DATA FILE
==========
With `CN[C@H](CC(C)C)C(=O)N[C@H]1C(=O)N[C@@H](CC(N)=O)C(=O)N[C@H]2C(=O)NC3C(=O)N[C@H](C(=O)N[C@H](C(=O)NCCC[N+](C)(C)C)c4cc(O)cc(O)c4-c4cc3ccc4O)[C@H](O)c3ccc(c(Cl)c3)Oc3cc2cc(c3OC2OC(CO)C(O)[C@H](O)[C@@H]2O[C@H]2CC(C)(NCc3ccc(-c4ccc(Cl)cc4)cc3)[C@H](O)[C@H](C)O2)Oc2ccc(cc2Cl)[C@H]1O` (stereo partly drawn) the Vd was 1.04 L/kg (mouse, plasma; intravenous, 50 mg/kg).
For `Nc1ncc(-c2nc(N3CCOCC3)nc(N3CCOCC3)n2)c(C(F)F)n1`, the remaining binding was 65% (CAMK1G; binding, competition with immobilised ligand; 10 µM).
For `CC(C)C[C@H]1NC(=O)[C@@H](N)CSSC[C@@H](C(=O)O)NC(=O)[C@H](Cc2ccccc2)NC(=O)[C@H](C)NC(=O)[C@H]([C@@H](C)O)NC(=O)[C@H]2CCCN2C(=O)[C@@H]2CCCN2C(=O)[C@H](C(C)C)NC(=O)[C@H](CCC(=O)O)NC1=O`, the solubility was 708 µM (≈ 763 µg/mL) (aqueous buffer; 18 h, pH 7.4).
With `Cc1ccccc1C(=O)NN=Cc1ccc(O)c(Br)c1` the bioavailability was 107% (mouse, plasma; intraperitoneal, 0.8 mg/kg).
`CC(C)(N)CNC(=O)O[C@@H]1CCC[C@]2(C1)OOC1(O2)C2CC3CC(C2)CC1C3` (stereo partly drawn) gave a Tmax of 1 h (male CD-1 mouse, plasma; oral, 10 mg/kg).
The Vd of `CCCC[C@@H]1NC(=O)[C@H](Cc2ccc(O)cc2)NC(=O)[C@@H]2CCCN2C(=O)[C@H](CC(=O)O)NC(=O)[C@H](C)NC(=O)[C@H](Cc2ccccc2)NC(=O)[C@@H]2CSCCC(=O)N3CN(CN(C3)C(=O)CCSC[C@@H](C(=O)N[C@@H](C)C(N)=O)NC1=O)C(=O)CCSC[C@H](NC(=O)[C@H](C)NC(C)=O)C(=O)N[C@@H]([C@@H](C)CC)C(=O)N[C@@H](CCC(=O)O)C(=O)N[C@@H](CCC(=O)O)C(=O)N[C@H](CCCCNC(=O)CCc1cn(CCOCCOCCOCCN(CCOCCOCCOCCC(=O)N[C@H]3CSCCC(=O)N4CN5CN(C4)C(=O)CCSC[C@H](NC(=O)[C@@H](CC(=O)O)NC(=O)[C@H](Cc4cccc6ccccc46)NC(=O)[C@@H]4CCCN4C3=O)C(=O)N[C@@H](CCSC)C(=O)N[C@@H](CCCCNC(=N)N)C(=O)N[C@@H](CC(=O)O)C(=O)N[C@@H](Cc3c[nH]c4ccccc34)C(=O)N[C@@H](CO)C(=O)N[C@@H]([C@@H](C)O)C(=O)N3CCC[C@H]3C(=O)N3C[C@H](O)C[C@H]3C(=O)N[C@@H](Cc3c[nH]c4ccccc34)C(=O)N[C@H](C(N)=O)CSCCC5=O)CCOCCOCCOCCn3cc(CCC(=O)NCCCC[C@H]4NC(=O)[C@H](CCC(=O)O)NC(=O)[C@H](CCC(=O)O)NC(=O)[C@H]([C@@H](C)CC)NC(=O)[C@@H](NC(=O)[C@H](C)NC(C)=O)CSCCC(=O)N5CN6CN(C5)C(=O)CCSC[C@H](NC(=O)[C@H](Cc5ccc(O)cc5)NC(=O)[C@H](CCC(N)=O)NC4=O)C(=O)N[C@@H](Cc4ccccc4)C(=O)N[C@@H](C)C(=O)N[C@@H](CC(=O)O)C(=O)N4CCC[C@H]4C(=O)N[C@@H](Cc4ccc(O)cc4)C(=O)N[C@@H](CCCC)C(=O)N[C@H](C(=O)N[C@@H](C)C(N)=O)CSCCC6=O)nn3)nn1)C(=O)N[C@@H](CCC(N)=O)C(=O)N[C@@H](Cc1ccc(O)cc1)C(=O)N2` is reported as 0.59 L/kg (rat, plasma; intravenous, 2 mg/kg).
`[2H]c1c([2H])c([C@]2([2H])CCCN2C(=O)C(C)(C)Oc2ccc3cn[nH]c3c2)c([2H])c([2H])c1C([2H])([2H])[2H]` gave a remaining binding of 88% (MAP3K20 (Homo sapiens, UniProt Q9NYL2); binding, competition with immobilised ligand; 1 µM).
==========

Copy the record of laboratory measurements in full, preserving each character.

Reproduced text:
With `CN[C@H](CC(C)C)C(=O)N[C@H]1C(=O)N[C@@H](CC(N)=O)C(=O)N[C@H]2C(=O)NC3C(=O)N[C@H](C(=O)N[C@H](C(=O)NCCC[N+](C)(C)C)c4cc(O)cc(O)c4-c4cc3ccc4O)[C@H](O)c3ccc(c(Cl)c3)Oc3cc2cc(c3OC2OC(CO)C(O)[C@H](O)[C@@H]2O[C@H]2CC(C)(NCc3ccc(-c4ccc(Cl)cc4)cc3)[C@H](O)[C@H](C)O2)Oc2ccc(cc2Cl)[C@H]1O` (stereo partly drawn) the Vd was 1.04 L/kg (mouse, plasma; intravenous, 50 mg/kg).
For `Nc1ncc(-c2nc(N3CCOCC3)nc(N3CCOCC3)n2)c(C(F)F)n1`, the remaining binding was 65% (CAMK1G; binding, competition with immobilised ligand; 10 µM).
For `CC(C)C[C@H]1NC(=O)[C@@H](N)CSSC[C@@H](C(=O)O)NC(=O)[C@H](Cc2ccccc2)NC(=O)[C@H](C)NC(=O)[C@H]([C@@H](C)O)NC(=O)[C@H]2CCCN2C(=O)[C@@H]2CCCN2C(=O)[C@H](C(C)C)NC(=O)[C@H](CCC(=O)O)NC1=O`, the solubility was 708 µM (≈ 763 µg/mL) (aqueous buffer; 18 h, pH 7.4).
With `Cc1ccccc1C(=O)NN=Cc1ccc(O)c(Br)c1` the bioavailability was 107% (mouse, plasma; intraperitoneal, 0.8 mg/kg).
`CC(C)(N)CNC(=O)O[C@@H]1CCC[C@]2(C1)OOC1(O2)C2CC3CC(C2)CC1C3` (stereo partly drawn) gave a Tmax of 1 h (male CD-1 mouse, plasma; oral, 10 mg/kg).
The Vd of `CCCC[C@@H]1NC(=O)[C@H](Cc2ccc(O)cc2)NC(=O)[C@@H]2CCCN2C(=O)[C@H](CC(=O)O)NC(=O)[C@H](C)NC(=O)[C@H](Cc2ccccc2)NC(=O)[C@@H]2CSCCC(=O)N3CN(CN(C3)C(=O)CCSC[C@@H](C(=O)N[C@@H](C)C(N)=O)NC1=O)C(=O)CCSC[C@H](NC(=O)[C@H](C)NC(C)=O)C(=O)N[C@@H]([C@@H](C)CC)C(=O)N[C@@H](CCC(=O)O)C(=O)N[C@@H](CCC(=O)O)C(=O)N[C@H](CCCCNC(=O)CCc1cn(CCOCCOCCOCCN(CCOCCOCCOCCC(=O)N[C@H]3CSCCC(=O)N4CN5CN(C4)C(=O)CCSC[C@H](NC(=O)[C@@H](CC(=O)O)NC(=O)[C@H](Cc4cccc6ccccc46)NC(=O)[C@@H]4CCCN4C3=O)C(=O)N[C@@H](CCSC)C(=O)N[C@@H](CCCCNC(=N)N)C(=O)N[C@@H](CC(=O)O)C(=O)N[C@@H](Cc3c[nH]c4ccccc34)C(=O)N[C@@H](CO)C(=O)N[C@@H]([C@@H](C)O)C(=O)N3CCC[C@H]3C(=O)N3C[C@H](O)C[C@H]3C(=O)N[C@@H](Cc3c[nH]c4ccccc34)C(=O)N[C@H](C(N)=O)CSCCC5=O)CCOCCOCCOCCn3cc(CCC(=O)NCCCC[C@H]4NC(=O)[C@H](CCC(=O)O)NC(=O)[C@H](CCC(=O)O)NC(=O)[C@H]([C@@H](C)CC)NC(=O)[C@@H](NC(=O)[C@H](C)NC(C)=O)CSCCC(=O)N5CN6CN(C5)C(=O)CCSC[C@H](NC(=O)[C@H](Cc5ccc(O)cc5)NC(=O)[C@H](CCC(N)=O)NC4=O)C(=O)N[C@@H](Cc4ccccc4)C(=O)N[C@@H](C)C(=O)N[C@@H](CC(=O)O)C(=O)N4CCC[C@H]4C(=O)N[C@@H](Cc4ccc(O)cc4)C(=O)N[C@@H](CCCC)C(=O)N[C@H](C(=O)N[C@@H](C)C(N)=O)CSCCC6=O)nn3)nn1)C(=O)N[C@@H](CCC(N)=O)C(=O)N[C@@H](Cc1ccc(O)cc1)C(=O)N2` is reported as 0.59 L/kg (rat, plasma; intravenous, 2 mg/kg).
`[2H]c1c([2H])c([C@]2([2H])CCCN2C(=O)C(C)(C)Oc2ccc3cn[nH]c3c2)c([2H])c([2H])c1C([2H])([2H])[2H]` gave a remaining binding of 88% (MAP3K20 (Homo sapiens, UniProt Q9NYL2); binding, competition with immobilised ligand; 1 µM).